- Jeffri Chadiha, ESPN Staff Writer
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FOXBOROUGH, Mass. -- New England Patriots linebacker Adalius Thomas should be feeling fairly comfortable right about now. He might have been the team's most expensive offseason acquisition -- netting a five-year contract that included $20 million in guaranteed money -- but he hasn't had to carry the weight that normally comes with such big money.
As soon as the Patriots completed a trade for controversial wide receiver Randy Moss in late April, Thomas was pushed safely into the backdrop. And to be honest, he's the kind of guy who has no problems operating without the glare of the limelight.
The irony is that people should be paying more attention to Thomas because he'll have a bigger impact on the Patriots' fortunes. Although Moss is supposed to make life easier for Pro Bowl quarterback Tom Brady, Thomas is the guy who is going to improve a defense that really didn't receive as much blame as it deserved for last season's finish. After all, it wasn't the offense that fell apart in that AFC Championship Game loss to Indianapolis. It was a defense that surrendered 38 points and blew a 21-3 second-quarter lead.
To be clear, Thomas is not a savior, and he is quick to say that "this isn't a one-man defense; it's the [coach] Bill Belichick defense." However, he is the kind of player New England needed to acquire. One look at the age of the Patriots' linebackers backs up that point. Tedy Bruschi is 34, Junior Seau 38 and Mike Vrabel 32. Thomas will turn 30 on Aug. 18, and if it weren't for another 29-year-old -- outside linebacker Rosevelt Colvin -- he would be the baby of this group.
That type of age catches up with a team eventually. Whenever you play the 3-4 defense and you have several linebackers who can remember the Reagan administration, you are bound to have problems. We witnessed that firsthand in that AFC title game, when Colts tight end Dallas Clark gained 137 receiving yards and the one-two punch of Joseph Addai and Dominic Rhodes produced 125 yards on 28 carries. With Thomas in place, there is simply less chance of that happening.
Thomas does just about everything, most of it at a fairly high level. The past two seasons, he averaged 84 tackles and 10 sacks while playing defensive end, linebacker and even safety. Last season, Thomas earned his first Pro Bowl nomination as a defensive player (he had earned a nomination in 2003 for his special-teams play). As Bruschi said: "He is versatility with a capital V. I can't wait to see what Bill Belichick does with him."
The key thing for Thomas is making sure he doesn't put too much pressure on himself, especially because his star has risen at a ridiculously rapid pace. When he came into the NFL seven seasons ago, he was just hoping to survive. His first year in Baltimore, in 2000, Thomas didn't even play, but he did pay close attention to the veterans in that locker room.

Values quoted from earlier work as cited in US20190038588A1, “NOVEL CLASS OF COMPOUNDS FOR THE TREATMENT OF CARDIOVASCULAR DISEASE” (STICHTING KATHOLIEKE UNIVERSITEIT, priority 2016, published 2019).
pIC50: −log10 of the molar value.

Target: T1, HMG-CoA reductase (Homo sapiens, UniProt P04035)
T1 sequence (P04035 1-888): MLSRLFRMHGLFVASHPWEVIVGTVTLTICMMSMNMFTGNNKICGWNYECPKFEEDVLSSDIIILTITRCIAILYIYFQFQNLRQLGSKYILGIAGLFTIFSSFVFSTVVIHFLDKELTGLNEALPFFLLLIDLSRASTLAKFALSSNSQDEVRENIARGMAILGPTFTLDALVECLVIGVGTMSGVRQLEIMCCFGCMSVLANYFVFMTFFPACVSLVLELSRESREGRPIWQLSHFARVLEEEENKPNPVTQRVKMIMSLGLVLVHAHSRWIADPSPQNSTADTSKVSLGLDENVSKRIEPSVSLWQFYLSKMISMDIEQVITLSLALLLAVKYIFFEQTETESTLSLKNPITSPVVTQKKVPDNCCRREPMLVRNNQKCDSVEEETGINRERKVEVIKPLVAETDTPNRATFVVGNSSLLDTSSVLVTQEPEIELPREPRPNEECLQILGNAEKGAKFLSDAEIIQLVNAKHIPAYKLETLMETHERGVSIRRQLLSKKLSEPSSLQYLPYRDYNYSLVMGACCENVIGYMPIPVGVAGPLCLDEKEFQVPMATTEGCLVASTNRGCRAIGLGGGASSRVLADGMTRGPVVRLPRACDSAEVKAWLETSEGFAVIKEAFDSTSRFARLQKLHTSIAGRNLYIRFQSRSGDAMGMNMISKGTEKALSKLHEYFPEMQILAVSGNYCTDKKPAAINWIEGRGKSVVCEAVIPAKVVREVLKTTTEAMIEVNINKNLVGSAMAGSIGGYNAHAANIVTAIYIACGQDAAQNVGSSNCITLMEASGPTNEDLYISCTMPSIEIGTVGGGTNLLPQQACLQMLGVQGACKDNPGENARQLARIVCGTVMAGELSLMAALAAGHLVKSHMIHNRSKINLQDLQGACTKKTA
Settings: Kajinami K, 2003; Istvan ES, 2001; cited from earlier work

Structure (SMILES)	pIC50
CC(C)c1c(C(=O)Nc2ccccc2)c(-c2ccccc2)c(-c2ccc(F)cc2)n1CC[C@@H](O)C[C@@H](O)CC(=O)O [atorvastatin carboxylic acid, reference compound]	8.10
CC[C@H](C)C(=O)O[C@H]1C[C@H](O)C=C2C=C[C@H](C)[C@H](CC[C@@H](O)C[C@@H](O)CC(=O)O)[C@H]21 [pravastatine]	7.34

"One thing they always told me was that the more you can do in this league, the longer you can stay around," Thomas said. "I took that to heart."
Thomas was willing to listen, but he also benefited from having excellent teachers. He learned pass-rushing moves from Pro Bowl-caliber players such as ends Michael McCrary and Rob Burnett. He picked up tips on interior line play from tackles Tony Siragusa and Sam Adams. And when Thomas started playing linebacker, Pro Bowlers Ray Lewis and Peter Boulware showed him how to blitz, read blocking schemes and drop into coverage.
Although the public mostly saw Thomas as a special-teams stud -- a 6-foot-2, 270-pound gunner -- and a solid role player, the Ravens knew exactly what they had in his early years. In fact, all that obscurity has helped Thomas keep his perspective today. "I'm obviously going to have higher expectations of myself," he said. "But I also believe the game doesn't change because you make more money. I'll still be studying film, hitting my playbook and working hard because I know people will be more prepared for me. It's like I always say: I can either be humble or get humbled."
Don't expect Thomas to get humbled. He's learning the nuances of Belichick's system and is saying all the right things. One thing he doesn't do these days is talk much about Baltimore. He appreciated the opportunity to blossom in that organization but doesn't want his teammates reading a bunch of quotes about how the Ravens used him. The novelty of being a multidimensional talent has worn off. Now, it's time to focus on helping the Patriots.
That should be good news for fans in New England because Thomas still believes he has plenty to prove. He's a team guy who cares most about winning games and earning his paycheck. That's how he made a name for himself in this league. That's also how he'll make a talented Patriots defense even better.
Jeffri Chadiha is a senior writer for ESPN.com.